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Credit Card Fees

Monday, December 5th

Credit Card Fees

Being financially savvy with your credit card takes organization and knowledge. However, the benefit is that you will rarely be shocked or surprised by an unexpected credit card fee on your next billing statement. New laws put in place under the Credit Card Act of 2009 have completely changed the credit card fee game and have done so to the consumers benefit. However, it's still money smart to understand these rules and have a clear understanding of how your card will work.

  • No need to search through the microscopic credit card agreement for inactivity fees as they are now a thing of the past. The Credit Card Act of 2009 eliminated credit card companies from charging fees for non-use of a credit card.
  • Despite much confusion, overdraft fees may still be applied to customers account but only in certain situations. The consumer must tell their credit card company they can allow transactions over the credit limit. If those occur, a credit card company can access a fee. However, if you don't accept the option to opt-in to overdrafts, a transaction that would take you over the account limit will be denied. However, if the company chooses to allow a transaction that will take your card of the limit they cannot access an overdraft fee.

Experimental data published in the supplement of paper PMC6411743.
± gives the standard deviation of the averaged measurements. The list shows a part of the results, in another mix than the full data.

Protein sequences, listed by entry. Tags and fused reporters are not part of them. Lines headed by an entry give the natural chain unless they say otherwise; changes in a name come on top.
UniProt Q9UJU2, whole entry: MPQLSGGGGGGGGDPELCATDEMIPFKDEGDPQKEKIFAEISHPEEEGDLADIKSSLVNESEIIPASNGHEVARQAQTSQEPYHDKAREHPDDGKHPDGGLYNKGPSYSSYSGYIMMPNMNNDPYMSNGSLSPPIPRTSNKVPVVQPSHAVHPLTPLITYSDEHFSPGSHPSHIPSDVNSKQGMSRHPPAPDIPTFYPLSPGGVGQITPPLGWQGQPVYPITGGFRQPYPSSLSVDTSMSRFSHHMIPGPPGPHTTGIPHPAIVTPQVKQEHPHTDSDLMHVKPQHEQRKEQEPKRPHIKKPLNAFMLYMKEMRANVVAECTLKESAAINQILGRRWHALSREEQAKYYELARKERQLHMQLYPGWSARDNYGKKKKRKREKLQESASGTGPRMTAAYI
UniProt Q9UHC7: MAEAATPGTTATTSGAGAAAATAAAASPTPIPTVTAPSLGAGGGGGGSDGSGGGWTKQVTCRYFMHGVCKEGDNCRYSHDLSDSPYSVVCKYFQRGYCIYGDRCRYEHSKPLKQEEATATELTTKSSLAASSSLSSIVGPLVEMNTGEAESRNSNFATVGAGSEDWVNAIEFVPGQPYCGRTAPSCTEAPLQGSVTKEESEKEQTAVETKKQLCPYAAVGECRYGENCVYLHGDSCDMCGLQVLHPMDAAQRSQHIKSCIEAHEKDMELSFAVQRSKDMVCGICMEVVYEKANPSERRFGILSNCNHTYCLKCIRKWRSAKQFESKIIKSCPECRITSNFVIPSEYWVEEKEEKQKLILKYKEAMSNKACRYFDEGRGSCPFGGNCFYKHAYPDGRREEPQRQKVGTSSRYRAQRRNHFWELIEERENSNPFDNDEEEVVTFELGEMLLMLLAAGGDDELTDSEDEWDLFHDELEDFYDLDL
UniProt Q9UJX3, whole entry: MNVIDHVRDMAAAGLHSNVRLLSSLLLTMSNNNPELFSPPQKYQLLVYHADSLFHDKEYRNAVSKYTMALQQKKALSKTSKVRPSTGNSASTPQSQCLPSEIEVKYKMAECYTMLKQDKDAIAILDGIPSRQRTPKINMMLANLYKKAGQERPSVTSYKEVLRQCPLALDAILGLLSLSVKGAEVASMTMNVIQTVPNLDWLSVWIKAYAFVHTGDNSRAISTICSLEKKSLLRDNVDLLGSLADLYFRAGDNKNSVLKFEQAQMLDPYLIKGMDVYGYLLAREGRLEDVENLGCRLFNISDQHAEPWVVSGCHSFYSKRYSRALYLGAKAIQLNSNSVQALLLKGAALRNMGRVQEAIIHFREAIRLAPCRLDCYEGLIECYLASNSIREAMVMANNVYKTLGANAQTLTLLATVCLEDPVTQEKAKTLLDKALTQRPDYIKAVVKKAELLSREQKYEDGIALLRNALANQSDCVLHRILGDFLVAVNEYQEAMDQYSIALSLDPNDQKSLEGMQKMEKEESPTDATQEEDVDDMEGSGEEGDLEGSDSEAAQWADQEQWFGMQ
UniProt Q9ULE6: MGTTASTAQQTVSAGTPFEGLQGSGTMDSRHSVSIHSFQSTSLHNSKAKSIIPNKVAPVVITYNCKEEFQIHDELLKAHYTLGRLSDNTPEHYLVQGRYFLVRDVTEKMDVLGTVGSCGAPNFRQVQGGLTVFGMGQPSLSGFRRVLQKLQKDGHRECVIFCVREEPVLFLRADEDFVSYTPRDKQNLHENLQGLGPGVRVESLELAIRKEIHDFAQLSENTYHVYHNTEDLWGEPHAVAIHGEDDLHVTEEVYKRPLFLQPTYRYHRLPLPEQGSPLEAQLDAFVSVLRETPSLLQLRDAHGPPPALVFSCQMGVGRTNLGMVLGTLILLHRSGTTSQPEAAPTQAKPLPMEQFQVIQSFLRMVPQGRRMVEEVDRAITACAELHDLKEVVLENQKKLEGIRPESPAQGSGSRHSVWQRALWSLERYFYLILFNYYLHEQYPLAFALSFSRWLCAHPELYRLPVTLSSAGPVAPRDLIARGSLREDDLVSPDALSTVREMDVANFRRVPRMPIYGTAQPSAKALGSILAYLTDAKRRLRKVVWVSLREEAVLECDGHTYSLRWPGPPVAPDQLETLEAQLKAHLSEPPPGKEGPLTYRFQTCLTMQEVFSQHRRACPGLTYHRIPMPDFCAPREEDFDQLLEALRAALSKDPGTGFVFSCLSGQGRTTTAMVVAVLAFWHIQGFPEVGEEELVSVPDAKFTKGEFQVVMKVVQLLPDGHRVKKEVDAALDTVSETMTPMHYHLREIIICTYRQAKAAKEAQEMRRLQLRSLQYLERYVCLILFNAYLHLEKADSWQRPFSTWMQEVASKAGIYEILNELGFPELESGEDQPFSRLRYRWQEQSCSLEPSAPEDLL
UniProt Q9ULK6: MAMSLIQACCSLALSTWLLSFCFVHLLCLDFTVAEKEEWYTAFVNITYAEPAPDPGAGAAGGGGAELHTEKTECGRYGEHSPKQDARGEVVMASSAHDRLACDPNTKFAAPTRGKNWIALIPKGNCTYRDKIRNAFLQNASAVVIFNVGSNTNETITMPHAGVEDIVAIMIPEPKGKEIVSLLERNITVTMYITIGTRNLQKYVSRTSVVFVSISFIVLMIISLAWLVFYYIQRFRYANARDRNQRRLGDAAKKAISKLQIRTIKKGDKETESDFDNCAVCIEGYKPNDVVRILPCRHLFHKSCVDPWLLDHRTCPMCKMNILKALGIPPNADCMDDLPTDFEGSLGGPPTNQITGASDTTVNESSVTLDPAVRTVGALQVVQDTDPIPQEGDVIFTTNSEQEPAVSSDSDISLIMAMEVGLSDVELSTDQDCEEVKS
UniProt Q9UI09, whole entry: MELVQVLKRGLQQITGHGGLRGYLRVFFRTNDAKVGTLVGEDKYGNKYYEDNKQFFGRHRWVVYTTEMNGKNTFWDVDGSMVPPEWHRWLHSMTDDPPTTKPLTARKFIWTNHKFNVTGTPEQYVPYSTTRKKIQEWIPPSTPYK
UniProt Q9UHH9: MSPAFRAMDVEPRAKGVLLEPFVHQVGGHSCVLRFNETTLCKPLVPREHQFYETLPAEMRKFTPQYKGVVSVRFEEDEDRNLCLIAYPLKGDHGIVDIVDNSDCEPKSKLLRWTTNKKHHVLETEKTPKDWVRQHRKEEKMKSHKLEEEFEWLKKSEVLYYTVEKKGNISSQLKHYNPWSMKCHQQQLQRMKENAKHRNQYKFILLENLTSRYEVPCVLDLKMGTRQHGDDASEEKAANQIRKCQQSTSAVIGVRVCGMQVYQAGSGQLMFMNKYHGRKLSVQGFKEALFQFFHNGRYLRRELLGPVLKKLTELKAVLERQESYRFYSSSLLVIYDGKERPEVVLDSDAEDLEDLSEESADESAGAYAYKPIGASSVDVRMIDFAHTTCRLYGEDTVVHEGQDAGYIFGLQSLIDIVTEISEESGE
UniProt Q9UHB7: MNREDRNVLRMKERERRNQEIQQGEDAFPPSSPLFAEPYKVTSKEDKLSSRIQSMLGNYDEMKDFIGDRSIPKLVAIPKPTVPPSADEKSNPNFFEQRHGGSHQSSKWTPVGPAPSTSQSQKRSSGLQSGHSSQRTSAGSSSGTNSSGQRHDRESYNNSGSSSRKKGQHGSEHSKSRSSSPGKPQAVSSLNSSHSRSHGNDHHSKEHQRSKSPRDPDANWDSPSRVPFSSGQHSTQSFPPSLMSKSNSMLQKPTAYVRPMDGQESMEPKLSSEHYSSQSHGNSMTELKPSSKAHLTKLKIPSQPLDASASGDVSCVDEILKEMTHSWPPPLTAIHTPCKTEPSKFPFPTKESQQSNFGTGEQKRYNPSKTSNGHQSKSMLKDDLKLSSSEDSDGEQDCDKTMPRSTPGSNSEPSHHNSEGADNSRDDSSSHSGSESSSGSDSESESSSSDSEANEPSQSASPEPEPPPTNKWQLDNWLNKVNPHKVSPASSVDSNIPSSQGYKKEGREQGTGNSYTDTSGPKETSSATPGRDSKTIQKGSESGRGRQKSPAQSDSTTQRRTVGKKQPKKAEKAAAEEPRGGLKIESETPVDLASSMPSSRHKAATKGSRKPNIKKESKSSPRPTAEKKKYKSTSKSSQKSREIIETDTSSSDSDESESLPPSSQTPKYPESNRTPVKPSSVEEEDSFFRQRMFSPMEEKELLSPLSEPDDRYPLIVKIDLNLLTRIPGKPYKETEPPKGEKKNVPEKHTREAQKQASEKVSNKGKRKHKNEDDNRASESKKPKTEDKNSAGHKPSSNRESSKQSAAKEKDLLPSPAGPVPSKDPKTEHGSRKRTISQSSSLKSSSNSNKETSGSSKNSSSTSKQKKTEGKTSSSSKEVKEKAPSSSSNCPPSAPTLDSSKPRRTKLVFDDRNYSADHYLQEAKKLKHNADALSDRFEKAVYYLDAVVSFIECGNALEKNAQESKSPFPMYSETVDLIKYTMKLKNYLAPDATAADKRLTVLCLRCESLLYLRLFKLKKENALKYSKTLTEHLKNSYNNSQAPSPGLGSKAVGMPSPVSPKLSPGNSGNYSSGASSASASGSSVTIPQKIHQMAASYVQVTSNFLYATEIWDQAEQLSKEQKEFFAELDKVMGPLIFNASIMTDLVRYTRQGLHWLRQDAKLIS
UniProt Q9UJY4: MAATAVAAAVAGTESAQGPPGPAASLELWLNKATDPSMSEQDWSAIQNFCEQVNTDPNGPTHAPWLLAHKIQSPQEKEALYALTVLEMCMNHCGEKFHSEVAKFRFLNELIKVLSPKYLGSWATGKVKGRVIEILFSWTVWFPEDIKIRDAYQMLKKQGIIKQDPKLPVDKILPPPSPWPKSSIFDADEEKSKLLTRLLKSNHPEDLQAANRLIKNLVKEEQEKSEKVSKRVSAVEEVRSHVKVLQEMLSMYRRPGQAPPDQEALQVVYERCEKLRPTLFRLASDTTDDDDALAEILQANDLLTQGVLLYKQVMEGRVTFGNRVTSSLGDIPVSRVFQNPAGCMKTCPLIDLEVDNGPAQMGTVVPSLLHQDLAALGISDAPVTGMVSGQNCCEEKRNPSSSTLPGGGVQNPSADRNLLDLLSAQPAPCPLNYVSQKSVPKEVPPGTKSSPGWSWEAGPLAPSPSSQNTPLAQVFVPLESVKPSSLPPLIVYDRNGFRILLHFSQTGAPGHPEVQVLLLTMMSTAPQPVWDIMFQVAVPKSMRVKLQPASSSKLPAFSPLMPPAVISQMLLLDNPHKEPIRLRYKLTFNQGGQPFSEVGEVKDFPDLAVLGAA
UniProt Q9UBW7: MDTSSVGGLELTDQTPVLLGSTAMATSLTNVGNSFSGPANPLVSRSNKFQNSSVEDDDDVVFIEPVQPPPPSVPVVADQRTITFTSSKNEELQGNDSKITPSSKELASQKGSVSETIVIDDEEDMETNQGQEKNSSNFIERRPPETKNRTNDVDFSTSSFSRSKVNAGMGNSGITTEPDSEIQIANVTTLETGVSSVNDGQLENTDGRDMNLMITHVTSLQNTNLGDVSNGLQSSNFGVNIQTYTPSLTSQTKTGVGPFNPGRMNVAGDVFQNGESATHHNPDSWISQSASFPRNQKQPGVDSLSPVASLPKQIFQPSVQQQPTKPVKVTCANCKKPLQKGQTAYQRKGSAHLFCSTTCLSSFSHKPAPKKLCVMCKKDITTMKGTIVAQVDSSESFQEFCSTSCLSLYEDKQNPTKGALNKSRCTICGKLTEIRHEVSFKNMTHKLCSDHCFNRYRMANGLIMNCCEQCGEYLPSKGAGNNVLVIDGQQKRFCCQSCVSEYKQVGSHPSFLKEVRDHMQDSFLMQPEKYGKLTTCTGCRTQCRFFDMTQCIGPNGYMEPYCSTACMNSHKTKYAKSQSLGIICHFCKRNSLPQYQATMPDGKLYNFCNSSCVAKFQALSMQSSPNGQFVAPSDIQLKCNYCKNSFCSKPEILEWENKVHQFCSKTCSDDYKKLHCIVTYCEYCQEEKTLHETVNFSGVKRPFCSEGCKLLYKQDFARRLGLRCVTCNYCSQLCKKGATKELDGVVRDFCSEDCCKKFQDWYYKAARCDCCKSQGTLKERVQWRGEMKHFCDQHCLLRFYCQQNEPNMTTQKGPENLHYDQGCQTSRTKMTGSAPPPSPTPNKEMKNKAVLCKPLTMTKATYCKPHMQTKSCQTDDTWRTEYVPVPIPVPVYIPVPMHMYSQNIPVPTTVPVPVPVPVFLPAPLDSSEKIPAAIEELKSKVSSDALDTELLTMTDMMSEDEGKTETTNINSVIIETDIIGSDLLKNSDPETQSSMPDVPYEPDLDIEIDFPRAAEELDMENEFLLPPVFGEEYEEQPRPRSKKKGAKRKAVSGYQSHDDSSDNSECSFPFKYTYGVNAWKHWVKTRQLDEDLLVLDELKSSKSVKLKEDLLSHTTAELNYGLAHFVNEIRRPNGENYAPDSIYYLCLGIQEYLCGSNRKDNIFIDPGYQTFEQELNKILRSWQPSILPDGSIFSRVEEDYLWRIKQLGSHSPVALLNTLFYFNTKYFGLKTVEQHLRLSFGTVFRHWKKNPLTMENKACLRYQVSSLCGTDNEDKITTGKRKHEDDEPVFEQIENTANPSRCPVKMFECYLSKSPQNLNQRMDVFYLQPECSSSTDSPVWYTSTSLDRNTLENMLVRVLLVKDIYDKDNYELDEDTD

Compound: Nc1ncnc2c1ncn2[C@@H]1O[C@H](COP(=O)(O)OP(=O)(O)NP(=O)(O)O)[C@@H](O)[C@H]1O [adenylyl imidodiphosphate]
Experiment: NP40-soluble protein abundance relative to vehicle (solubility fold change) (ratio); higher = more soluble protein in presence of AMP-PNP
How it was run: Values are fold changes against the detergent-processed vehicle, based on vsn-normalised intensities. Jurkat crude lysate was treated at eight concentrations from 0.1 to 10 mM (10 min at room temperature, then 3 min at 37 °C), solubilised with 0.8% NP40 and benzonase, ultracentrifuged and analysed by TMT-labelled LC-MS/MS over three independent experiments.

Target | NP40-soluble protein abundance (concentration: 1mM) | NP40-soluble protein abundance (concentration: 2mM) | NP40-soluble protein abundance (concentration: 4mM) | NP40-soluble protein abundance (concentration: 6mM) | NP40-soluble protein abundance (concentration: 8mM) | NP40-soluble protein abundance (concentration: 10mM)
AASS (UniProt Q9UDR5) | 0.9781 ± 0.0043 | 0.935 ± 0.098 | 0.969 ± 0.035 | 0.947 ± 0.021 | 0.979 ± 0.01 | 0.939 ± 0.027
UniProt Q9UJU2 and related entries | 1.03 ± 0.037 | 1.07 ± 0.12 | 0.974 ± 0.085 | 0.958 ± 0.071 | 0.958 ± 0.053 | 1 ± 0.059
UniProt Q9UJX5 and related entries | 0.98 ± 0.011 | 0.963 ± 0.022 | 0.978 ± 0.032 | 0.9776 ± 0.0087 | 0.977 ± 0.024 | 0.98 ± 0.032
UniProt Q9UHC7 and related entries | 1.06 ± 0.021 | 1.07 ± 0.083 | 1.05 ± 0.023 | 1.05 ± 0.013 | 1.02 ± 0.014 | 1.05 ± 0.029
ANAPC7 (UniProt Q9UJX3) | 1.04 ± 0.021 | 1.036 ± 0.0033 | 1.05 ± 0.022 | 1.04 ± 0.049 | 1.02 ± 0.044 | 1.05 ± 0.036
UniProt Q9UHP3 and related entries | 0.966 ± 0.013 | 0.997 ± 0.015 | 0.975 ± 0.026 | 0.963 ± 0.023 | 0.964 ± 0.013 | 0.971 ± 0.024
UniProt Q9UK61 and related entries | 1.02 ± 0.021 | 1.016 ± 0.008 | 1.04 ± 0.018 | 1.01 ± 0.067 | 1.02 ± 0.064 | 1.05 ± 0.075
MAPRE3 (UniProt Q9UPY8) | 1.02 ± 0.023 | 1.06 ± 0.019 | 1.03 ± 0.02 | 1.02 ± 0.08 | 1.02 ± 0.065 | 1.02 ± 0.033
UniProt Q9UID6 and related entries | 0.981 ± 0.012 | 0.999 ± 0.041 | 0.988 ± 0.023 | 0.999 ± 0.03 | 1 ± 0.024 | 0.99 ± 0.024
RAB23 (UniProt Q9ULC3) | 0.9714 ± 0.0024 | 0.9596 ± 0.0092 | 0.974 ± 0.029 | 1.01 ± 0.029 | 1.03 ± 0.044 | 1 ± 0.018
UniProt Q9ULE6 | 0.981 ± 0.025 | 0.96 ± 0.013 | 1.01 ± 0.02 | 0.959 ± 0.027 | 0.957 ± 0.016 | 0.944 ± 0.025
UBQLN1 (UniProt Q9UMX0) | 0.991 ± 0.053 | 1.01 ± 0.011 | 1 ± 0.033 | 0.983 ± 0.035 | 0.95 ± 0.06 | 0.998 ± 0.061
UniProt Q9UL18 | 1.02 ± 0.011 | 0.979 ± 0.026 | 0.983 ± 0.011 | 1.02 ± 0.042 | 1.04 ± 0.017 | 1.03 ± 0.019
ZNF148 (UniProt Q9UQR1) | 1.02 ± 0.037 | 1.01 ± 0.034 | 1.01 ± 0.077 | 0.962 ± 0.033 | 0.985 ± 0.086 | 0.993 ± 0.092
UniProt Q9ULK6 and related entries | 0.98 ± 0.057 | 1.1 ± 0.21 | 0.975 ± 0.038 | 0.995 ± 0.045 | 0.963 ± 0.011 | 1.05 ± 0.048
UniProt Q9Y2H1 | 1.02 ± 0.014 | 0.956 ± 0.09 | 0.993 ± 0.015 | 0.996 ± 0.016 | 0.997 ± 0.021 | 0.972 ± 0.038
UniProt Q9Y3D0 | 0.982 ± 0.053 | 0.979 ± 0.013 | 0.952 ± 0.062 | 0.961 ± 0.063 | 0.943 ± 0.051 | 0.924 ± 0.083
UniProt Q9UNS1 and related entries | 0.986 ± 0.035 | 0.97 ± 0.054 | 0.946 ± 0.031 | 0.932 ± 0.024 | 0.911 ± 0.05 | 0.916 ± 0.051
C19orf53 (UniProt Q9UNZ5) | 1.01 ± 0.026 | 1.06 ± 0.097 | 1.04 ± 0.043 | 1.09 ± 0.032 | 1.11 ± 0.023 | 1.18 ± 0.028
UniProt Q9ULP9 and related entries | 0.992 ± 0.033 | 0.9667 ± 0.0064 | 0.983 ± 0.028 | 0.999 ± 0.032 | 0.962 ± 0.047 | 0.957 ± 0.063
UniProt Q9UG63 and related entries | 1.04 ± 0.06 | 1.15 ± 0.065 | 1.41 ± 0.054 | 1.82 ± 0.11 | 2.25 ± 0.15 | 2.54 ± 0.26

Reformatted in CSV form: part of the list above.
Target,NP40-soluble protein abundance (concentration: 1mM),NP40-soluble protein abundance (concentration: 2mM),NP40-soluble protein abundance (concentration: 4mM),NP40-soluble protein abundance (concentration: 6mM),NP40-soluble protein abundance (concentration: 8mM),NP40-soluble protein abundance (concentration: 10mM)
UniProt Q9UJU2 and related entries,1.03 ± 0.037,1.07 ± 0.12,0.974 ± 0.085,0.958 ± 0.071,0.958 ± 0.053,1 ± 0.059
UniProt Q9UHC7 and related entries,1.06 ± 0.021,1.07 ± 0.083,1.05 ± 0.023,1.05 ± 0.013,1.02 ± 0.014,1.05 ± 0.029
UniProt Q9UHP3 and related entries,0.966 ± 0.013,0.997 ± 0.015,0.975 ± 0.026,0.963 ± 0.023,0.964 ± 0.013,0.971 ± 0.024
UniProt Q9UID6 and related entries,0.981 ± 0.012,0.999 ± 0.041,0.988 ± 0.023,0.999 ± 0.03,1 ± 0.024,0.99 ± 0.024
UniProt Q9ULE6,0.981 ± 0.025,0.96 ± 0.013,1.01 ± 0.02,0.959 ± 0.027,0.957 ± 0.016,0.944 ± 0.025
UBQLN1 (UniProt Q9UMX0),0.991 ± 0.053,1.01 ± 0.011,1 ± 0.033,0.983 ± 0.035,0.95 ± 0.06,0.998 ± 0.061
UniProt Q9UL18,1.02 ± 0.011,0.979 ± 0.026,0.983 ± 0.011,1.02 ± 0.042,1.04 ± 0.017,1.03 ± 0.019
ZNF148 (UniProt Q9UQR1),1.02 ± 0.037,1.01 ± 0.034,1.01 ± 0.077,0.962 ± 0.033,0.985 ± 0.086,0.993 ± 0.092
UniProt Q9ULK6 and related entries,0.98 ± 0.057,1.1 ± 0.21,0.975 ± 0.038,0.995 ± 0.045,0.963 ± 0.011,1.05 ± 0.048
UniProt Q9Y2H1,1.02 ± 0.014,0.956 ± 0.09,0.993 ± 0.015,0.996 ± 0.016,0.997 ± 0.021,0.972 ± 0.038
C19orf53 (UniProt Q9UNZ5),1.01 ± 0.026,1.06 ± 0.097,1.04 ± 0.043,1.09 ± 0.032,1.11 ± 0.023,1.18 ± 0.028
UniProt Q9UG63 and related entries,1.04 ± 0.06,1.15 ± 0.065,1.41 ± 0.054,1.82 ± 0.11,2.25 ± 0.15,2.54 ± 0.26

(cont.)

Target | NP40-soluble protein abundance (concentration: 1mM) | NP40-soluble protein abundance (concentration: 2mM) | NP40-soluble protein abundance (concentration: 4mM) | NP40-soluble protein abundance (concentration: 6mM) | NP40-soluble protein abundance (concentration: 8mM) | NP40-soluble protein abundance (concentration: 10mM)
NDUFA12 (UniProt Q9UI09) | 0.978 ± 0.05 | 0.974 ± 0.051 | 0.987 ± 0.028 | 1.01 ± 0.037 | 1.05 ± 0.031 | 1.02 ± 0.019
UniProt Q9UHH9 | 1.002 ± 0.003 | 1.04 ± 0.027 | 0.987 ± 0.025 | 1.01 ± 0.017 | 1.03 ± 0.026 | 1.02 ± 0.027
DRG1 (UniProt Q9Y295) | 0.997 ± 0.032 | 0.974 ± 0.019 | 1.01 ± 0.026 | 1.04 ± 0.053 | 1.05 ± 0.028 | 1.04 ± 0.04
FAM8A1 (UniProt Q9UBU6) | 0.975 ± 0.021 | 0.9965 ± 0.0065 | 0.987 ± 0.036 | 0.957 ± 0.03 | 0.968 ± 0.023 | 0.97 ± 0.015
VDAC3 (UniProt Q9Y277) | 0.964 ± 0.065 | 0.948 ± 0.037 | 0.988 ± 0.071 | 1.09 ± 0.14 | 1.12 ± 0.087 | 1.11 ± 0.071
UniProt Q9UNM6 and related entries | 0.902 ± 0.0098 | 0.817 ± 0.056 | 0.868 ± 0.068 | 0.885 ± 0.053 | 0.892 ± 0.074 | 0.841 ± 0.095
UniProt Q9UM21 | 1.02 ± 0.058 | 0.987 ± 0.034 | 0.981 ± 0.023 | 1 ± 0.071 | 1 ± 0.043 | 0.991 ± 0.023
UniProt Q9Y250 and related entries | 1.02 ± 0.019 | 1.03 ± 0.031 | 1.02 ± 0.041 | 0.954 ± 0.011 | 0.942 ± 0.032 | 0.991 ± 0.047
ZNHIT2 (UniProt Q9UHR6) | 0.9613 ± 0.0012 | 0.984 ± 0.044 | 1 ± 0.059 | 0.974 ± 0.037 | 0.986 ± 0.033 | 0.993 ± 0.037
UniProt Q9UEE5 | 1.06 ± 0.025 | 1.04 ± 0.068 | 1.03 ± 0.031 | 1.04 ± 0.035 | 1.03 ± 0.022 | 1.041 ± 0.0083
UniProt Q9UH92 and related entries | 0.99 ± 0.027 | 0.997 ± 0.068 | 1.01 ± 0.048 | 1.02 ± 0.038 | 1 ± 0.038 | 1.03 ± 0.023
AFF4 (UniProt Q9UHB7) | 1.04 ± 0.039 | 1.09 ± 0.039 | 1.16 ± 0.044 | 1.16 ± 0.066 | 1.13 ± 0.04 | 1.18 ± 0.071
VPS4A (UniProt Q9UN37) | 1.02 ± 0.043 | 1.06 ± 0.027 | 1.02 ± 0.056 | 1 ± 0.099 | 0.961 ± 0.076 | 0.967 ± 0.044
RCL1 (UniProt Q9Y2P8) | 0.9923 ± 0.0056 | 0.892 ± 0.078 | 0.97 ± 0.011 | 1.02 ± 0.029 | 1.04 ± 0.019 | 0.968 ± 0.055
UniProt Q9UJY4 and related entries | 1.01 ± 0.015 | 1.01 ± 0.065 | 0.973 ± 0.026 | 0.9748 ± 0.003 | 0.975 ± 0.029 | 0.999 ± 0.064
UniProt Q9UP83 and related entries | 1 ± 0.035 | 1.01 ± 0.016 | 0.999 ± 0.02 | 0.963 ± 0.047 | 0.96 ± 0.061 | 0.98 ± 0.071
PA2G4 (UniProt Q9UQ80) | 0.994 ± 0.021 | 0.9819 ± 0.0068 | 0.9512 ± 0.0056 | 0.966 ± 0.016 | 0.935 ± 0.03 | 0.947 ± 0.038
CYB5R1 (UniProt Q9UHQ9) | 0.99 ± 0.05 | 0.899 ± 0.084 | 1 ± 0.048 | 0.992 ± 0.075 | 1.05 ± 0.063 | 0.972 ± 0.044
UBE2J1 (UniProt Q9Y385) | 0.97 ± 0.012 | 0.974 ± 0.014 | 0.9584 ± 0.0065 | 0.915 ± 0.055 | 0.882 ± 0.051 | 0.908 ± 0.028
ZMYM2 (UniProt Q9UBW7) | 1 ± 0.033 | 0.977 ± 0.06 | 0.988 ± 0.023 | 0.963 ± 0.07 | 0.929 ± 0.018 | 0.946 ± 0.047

• Annual fees may not be greater than 25% of the initial credit limit. Many companies charge anywhere from $50 to several hundred in annual fees. Being aware of what your credit card fees are is important to managing your finances.
  • Application fees may also not be greater than 25% of the initial credit limit.
  • Very importantly, late payment fees (also called penalty fees) cannot be greater than $25. However, if this is your second late payment in six months the company can charge more. Also, if the credit card company can show it cost them more than the $25, as a result of your late payment, they can charge more to the customer.
  • Credit card companies can no longer charge you new fees or change the amount of fees without first notifying you 45 days in advance. If the credit card company is going to change the fee terms to your account they must give you the option to cancel your card before those fees are accessed. Cancelling your account will mean you are not charged the new fees but you may no longer use the card and may be required to pay off the balance in a much shorter period.

Looking for a low fee credit card is the best policy to limiting unnecessary charges throughout the life of your credit card. Also, making sure payments are made on time and spending is within your credit limit will decrease unnecessary fees.

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